Most of my posts lately have been “heavy” with content to say the least. They run anywhere from 1,500 – 2,000 words. I appreciate everyone who has stuck in there and actually read the whole post from start to finish. This week I thought I would give you a mental break from all the reading and do more of a streamlined post with one single subject. Don’t worry; I have a few doozies coming up with many photos so polish those eyeglasses!
I was leading a class at Ponce de Leon Park in Punta Gorda, Florida some time back. I was playing with a lens that I don’t seem to use that much, my 70mm-300mm. I’m a guy and I admit it, more is better. Why shoot with a maximum focal length of 300mm if I have a 400mm sitting in the case? Most of the time I do, however there are times when the 400mm can get a bit heavy, like walking through mangroves with who knows what else around you. I have figured this much out, in all my classes they let me go first, not because I’m the instructor, but because I’m tall and wide. This allows me to come face to face with all of the eight legged creatures, snakes, lizards and so on. There is nothing like moving along and realizing that you just took a spider web to the face, and all you can hope for is that Charlotte is not home!
Anyway, I had my Nikon fitted with the 70mm-300mm lens and I have to say I was in for a shock. It was light, fast focusing and most of all, affordable. When I first got started, my father and I would go to the camera store and he would tell the clerk, “Sell me the longest lens you have in the case.” For some reason, they had a grin that came across their face that I have never forgotten. I know this grin, as it’s the same one that I get waiting in the drive thru at Krispy Kreme! At the time all they had was the 70mm-300mm lens. He bought it and it went in the case with the others to be used on a job. (A week later they called and said they had a 400mm lens, I don’t have to tell you how that ended up.)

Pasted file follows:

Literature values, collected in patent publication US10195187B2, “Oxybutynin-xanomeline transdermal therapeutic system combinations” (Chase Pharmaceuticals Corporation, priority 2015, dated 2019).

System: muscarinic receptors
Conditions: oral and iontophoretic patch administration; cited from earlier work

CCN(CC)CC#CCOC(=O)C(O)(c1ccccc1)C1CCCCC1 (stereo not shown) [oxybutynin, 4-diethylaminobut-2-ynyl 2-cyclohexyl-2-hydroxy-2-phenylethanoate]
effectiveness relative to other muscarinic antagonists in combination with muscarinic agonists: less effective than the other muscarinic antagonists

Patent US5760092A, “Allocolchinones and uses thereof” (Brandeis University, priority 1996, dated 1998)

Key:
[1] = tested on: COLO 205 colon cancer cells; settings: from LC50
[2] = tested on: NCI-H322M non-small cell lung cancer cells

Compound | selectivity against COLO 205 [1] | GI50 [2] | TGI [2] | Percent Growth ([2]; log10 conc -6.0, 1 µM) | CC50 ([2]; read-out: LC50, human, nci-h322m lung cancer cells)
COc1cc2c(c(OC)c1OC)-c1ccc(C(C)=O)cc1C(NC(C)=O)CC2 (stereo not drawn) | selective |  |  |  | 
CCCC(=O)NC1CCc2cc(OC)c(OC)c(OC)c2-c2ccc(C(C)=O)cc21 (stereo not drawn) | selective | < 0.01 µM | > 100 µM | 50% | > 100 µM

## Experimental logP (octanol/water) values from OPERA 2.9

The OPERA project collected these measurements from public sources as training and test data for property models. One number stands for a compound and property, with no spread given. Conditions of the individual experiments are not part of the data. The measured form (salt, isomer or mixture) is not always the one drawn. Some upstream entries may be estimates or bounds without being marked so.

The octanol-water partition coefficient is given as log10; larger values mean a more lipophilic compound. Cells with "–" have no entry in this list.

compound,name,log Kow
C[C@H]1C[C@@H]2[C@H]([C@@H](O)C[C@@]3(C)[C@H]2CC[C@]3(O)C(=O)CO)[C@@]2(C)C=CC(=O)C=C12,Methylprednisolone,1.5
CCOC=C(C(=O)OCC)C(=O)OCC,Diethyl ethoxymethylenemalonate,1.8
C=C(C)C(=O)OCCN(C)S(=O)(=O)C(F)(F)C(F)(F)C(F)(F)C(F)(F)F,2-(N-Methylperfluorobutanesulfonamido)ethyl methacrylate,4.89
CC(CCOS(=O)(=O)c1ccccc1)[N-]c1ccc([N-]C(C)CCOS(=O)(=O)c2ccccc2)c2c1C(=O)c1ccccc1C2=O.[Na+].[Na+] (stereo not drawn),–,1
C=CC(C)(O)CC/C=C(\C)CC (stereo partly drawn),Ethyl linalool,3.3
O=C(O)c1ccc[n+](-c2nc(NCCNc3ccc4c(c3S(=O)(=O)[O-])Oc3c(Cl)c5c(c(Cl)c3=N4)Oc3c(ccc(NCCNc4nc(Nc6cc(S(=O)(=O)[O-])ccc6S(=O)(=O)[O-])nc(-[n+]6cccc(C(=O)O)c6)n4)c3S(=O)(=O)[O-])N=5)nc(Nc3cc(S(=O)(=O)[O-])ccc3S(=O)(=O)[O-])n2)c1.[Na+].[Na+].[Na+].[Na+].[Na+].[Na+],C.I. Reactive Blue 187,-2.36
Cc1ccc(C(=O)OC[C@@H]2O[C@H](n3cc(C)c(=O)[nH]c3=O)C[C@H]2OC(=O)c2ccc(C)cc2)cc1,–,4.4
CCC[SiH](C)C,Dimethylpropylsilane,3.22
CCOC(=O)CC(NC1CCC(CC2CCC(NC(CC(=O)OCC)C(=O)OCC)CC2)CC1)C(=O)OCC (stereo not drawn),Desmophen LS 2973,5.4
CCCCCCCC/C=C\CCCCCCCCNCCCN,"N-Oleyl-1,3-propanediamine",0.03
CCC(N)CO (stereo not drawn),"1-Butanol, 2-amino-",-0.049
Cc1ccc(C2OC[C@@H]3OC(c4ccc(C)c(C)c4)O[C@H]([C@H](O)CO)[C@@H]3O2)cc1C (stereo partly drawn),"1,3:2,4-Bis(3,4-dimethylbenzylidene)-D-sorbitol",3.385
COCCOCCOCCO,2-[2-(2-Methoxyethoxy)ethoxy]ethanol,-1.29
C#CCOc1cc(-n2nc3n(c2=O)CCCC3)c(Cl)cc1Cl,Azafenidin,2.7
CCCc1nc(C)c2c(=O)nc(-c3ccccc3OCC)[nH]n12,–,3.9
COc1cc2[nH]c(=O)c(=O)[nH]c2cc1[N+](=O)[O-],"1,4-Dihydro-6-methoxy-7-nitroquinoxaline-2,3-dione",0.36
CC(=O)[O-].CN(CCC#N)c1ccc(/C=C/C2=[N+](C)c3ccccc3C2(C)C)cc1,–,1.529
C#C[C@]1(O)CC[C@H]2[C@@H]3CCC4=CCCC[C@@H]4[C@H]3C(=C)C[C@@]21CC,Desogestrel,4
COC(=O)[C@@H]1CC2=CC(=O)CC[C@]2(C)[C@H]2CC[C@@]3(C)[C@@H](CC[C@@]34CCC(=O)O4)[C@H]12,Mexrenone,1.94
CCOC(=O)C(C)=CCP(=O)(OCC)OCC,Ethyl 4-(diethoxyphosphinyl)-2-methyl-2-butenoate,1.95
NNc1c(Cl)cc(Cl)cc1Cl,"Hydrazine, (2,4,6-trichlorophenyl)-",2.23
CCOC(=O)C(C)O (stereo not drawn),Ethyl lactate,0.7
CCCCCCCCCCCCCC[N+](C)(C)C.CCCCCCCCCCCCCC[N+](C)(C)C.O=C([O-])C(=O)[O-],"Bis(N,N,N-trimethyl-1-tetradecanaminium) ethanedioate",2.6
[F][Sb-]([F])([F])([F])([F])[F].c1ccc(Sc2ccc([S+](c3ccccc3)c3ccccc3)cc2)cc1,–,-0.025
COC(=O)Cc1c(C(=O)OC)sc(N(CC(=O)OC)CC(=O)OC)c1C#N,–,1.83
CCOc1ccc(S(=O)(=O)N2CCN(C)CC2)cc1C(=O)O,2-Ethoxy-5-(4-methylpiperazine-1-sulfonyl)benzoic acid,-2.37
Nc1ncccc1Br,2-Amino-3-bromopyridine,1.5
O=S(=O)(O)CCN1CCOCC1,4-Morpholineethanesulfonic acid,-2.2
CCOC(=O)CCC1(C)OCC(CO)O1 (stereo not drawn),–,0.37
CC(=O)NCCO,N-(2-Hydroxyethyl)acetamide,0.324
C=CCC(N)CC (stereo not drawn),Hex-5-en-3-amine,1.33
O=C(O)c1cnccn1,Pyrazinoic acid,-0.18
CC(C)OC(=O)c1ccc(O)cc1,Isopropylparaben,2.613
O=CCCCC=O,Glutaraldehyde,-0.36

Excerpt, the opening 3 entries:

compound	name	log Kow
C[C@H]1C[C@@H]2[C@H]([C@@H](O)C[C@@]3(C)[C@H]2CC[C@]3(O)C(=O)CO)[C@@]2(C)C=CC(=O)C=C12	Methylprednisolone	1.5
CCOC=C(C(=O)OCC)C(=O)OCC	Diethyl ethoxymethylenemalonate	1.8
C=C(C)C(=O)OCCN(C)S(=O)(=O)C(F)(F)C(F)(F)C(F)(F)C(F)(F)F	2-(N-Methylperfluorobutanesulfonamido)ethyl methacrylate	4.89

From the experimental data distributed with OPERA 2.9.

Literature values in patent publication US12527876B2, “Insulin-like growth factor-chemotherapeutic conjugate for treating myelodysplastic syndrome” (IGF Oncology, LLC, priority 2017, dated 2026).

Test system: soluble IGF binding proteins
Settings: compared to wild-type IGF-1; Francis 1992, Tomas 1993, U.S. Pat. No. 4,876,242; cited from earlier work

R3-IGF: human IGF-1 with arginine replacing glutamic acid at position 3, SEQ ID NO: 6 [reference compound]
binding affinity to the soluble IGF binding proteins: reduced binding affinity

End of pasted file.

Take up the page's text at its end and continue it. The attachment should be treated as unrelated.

The tide was out and this allowed us to get access into the mangroves along the beach without getting soaked. Camera gear and salt water isn’t a good mix…so I hear. As I was making a path for everyone I could hear something going on. I had no idea what we were about to encounter but we were ready. One of my students bent over my shoulder and whispered, “Don’t worry, whatever it is we’ll be sure to get a photo of you getting bit for your wife!” These are the kinds of folks that I have to deal with! A padded room for party of one please!
As we quietly made our way around the corner, there was a heron finding himself some dinner. He had pulled a crab out of the mud and started washing it off. I had my camera set to manual mode with continuous shooting enabled. I’m a RAW person so that was the type of file that I was shooting. As the bird came into view we took our position and started shooting. Here is what I got.
The lighting was good and I was at the right place at the right time. I wish I could lie and say that I’m that good, but in this case luck was on our side. It was amazing to see this twenty-minute ritual going on just so he could live another day. I’m glad that I was able to share the moment with him. Now, more importantly does anyone know if the red light is on at KRISPY KREME?
Until next time…
Keep Your Glass Clean